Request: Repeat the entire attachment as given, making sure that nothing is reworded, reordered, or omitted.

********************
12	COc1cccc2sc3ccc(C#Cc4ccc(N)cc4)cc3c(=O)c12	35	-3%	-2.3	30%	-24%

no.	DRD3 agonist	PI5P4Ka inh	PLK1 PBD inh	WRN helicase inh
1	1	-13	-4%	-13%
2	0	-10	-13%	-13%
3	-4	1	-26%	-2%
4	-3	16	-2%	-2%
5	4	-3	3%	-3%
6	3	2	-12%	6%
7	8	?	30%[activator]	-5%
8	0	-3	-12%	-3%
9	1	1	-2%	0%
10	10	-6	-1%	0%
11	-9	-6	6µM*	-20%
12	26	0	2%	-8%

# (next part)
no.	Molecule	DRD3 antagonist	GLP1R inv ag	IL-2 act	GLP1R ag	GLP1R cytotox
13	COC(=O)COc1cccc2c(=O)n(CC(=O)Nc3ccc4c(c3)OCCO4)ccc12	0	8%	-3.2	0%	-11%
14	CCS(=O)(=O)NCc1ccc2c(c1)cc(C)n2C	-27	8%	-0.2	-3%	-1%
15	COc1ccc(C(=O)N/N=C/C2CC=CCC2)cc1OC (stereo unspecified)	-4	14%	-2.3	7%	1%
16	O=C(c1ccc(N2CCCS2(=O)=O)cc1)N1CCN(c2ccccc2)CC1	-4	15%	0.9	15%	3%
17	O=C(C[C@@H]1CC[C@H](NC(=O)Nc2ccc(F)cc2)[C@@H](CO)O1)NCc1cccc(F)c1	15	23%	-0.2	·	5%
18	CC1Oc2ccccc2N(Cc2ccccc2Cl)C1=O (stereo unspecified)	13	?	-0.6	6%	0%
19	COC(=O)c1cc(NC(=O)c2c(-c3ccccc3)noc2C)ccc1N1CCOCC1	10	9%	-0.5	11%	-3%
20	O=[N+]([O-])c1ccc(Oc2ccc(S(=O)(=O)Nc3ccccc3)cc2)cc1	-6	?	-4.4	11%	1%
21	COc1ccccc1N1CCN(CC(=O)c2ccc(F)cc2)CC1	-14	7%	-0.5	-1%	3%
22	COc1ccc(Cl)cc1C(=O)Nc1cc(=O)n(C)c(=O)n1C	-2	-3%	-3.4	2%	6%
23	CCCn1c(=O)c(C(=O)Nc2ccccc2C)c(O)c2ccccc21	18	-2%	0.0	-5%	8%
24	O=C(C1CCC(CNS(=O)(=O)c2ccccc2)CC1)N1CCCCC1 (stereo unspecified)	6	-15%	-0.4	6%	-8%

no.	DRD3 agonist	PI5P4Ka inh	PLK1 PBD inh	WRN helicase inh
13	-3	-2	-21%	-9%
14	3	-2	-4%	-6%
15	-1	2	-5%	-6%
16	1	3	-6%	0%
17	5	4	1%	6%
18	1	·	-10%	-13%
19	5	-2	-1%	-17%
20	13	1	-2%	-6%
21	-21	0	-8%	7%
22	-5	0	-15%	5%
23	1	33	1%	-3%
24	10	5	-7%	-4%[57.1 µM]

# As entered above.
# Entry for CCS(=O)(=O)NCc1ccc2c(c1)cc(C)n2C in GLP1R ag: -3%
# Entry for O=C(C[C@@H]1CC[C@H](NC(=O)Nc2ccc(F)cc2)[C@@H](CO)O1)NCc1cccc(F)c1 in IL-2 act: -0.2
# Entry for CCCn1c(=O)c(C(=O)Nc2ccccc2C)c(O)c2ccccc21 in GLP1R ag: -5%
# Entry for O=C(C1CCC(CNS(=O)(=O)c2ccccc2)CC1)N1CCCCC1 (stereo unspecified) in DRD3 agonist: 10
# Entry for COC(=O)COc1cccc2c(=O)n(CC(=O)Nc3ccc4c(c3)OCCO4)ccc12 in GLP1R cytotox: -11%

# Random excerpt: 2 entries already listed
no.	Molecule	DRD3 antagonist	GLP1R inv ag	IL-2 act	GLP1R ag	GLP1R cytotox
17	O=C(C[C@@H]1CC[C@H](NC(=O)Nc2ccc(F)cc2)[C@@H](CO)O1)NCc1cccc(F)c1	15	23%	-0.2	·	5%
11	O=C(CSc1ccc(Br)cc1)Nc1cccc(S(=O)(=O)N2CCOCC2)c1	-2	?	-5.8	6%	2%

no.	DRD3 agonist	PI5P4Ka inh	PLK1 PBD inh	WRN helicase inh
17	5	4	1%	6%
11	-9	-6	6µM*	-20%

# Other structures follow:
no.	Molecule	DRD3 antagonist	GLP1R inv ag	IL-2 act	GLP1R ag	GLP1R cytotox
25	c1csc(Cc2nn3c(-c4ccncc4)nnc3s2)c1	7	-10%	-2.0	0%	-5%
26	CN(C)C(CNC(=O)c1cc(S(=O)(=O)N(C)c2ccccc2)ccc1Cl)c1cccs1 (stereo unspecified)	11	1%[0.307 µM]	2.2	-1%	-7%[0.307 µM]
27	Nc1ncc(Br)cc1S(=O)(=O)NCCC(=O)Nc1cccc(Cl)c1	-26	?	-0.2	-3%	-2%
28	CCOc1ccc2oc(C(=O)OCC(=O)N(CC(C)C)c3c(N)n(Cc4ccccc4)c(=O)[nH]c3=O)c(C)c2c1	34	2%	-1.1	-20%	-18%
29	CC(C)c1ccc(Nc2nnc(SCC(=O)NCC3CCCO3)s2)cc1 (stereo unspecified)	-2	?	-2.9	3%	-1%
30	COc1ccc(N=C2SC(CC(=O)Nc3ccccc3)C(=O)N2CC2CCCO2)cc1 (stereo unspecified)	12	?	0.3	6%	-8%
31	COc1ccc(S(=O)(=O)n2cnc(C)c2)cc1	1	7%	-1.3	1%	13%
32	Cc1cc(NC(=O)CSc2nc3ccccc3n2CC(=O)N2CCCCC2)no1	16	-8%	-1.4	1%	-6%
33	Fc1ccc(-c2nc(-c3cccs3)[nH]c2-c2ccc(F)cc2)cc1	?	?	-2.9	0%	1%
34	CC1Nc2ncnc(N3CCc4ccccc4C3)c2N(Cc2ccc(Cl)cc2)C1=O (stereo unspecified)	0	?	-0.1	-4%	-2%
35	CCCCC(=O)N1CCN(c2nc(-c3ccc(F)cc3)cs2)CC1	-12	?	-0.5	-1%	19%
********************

12	COc1cccc2sc3ccc(C#Cc4ccc(N)cc4)cc3c(=O)c12	35	-3%	-2.3	30%	-24%

no.	DRD3 agonist	PI5P4Ka inh	PLK1 PBD inh	WRN helicase inh
1	1	-13	-4%	-13%
2	0	-10	-13%	-13%
3	-4	1	-26%	-2%
4	-3	16	-2%	-2%
5	4	-3	3%	-3%
6	3	2	-12%	6%
7	8	?	30%[activator]	-5%
8	0	-3	-12%	-3%
9	1	1	-2%	0%
10	10	-6	-1%	0%
11	-9	-6	6µM*	-20%
12	26	0	2%	-8%

# (next part)
no.	Molecule	DRD3 antagonist	GLP1R inv ag	IL-2 act	GLP1R ag	GLP1R cytotox
13	COC(=O)COc1cccc2c(=O)n(CC(=O)Nc3ccc4c(c3)OCCO4)ccc12	0	8%	-3.2	0%	-11%
14	CCS(=O)(=O)NCc1ccc2c(c1)cc(C)n2C	-27	8%	-0.2	-3%	-1%
15	COc1ccc(C(=O)N/N=C/C2CC=CCC2)cc1OC (stereo unspecified)	-4	14%	-2.3	7%	1%
16	O=C(c1ccc(N2CCCS2(=O)=O)cc1)N1CCN(c2ccccc2)CC1	-4	15%	0.9	15%	3%
17	O=C(C[C@@H]1CC[C@H](NC(=O)Nc2ccc(F)cc2)[C@@H](CO)O1)NCc1cccc(F)c1	15	23%	-0.2	·	5%
18	CC1Oc2ccccc2N(Cc2ccccc2Cl)C1=O (stereo unspecified)	13	?	-0.6	6%	0%
19	COC(=O)c1cc(NC(=O)c2c(-c3ccccc3)noc2C)ccc1N1CCOCC1	10	9%	-0.5	11%	-3%
20	O=[N+]([O-])c1ccc(Oc2ccc(S(=O)(=O)Nc3ccccc3)cc2)cc1	-6	?	-4.4	11%	1%
21	COc1ccccc1N1CCN(CC(=O)c2ccc(F)cc2)CC1	-14	7%	-0.5	-1%	3%
22	COc1ccc(Cl)cc1C(=O)Nc1cc(=O)n(C)c(=O)n1C	-2	-3%	-3.4	2%	6%
23	CCCn1c(=O)c(C(=O)Nc2ccccc2C)c(O)c2ccccc21	18	-2%	0.0	-5%	8%
24	O=C(C1CCC(CNS(=O)(=O)c2ccccc2)CC1)N1CCCCC1 (stereo unspecified)	6	-15%	-0.4	6%	-8%

no.	DRD3 agonist	PI5P4Ka inh	PLK1 PBD inh	WRN helicase inh
13	-3	-2	-21%	-9%
14	3	-2	-4%	-6%
15	-1	2	-5%	-6%
16	1	3	-6%	0%
17	5	4	1%	6%
18	1	·	-10%	-13%
19	5	-2	-1%	-17%
20	13	1	-2%	-6%
21	-21	0	-8%	7%
22	-5	0	-15%	5%
23	1	33	1%	-3%
24	10	5	-7%	-4%[57.1 µM]

# As entered above.
# Entry for CCS(=O)(=O)NCc1ccc2c(c1)cc(C)n2C in GLP1R ag: -3%
# Entry for O=C(C[C@@H]1CC[C@H](NC(=O)Nc2ccc(F)cc2)[C@@H](CO)O1)NCc1cccc(F)c1 in IL-2 act: -0.2
# Entry for CCCn1c(=O)c(C(=O)Nc2ccccc2C)c(O)c2ccccc21 in GLP1R ag: -5%
# Entry for O=C(C1CCC(CNS(=O)(=O)c2ccccc2)CC1)N1CCCCC1 (stereo unspecified) in DRD3 agonist: 10
# Entry for COC(=O)COc1cccc2c(=O)n(CC(=O)Nc3ccc4c(c3)OCCO4)ccc12 in GLP1R cytotox: -11%

# Random excerpt: 2 entries already listed
no.	Molecule	DRD3 antagonist	GLP1R inv ag	IL-2 act	GLP1R ag	GLP1R cytotox
17	O=C(C[C@@H]1CC[C@H](NC(=O)Nc2ccc(F)cc2)[C@@H](CO)O1)NCc1cccc(F)c1	15	23%	-0.2	·	5%
11	O=C(CSc1ccc(Br)cc1)Nc1cccc(S(=O)(=O)N2CCOCC2)c1	-2	?	-5.8	6%	2%

no.	DRD3 agonist	PI5P4Ka inh	PLK1 PBD inh	WRN helicase inh
17	5	4	1%	6%
11	-9	-6	6µM*	-20%

# Other structures follow:
no.	Molecule	DRD3 antagonist	GLP1R inv ag	IL-2 act	GLP1R ag	GLP1R cytotox
25	c1csc(Cc2nn3c(-c4ccncc4)nnc3s2)c1	7	-10%	-2.0	0%	-5%
26	CN(C)C(CNC(=O)c1cc(S(=O)(=O)N(C)c2ccccc2)ccc1Cl)c1cccs1 (stereo unspecified)	11	1%[0.307 µM]	2.2	-1%	-7%[0.307 µM]
27	Nc1ncc(Br)cc1S(=O)(=O)NCCC(=O)Nc1cccc(Cl)c1	-26	?	-0.2	-3%	-2%
28	CCOc1ccc2oc(C(=O)OCC(=O)N(CC(C)C)c3c(N)n(Cc4ccccc4)c(=O)[nH]c3=O)c(C)c2c1	34	2%	-1.1	-20%	-18%
29	CC(C)c1ccc(Nc2nnc(SCC(=O)NCC3CCCO3)s2)cc1 (stereo unspecified)	-2	?	-2.9	3%	-1%
30	COc1ccc(N=C2SC(CC(=O)Nc3ccccc3)C(=O)N2CC2CCCO2)cc1 (stereo unspecified)	12	?	0.3	6%	-8%
31	COc1ccc(S(=O)(=O)n2cnc(C)c2)cc1	1	7%	-1.3	1%	13%
32	Cc1cc(NC(=O)CSc2nc3ccccc3n2CC(=O)N2CCCCC2)no1	16	-8%	-1.4	1%	-6%
33	Fc1ccc(-c2nc(-c3cccs3)[nH]c2-c2ccc(F)cc2)cc1	?	?	-2.9	0%	1%
34	CC1Nc2ncnc(N3CCc4ccccc4C3)c2N(Cc2ccc(Cl)cc2)C1=O (stereo unspecified)	0	?	-0.1	-4%	-2%
35	CCCCC(=O)N1CCN(c2nc(-c3ccc(F)cc3)cs2)CC1	-12	?	-0.5	-1%	19%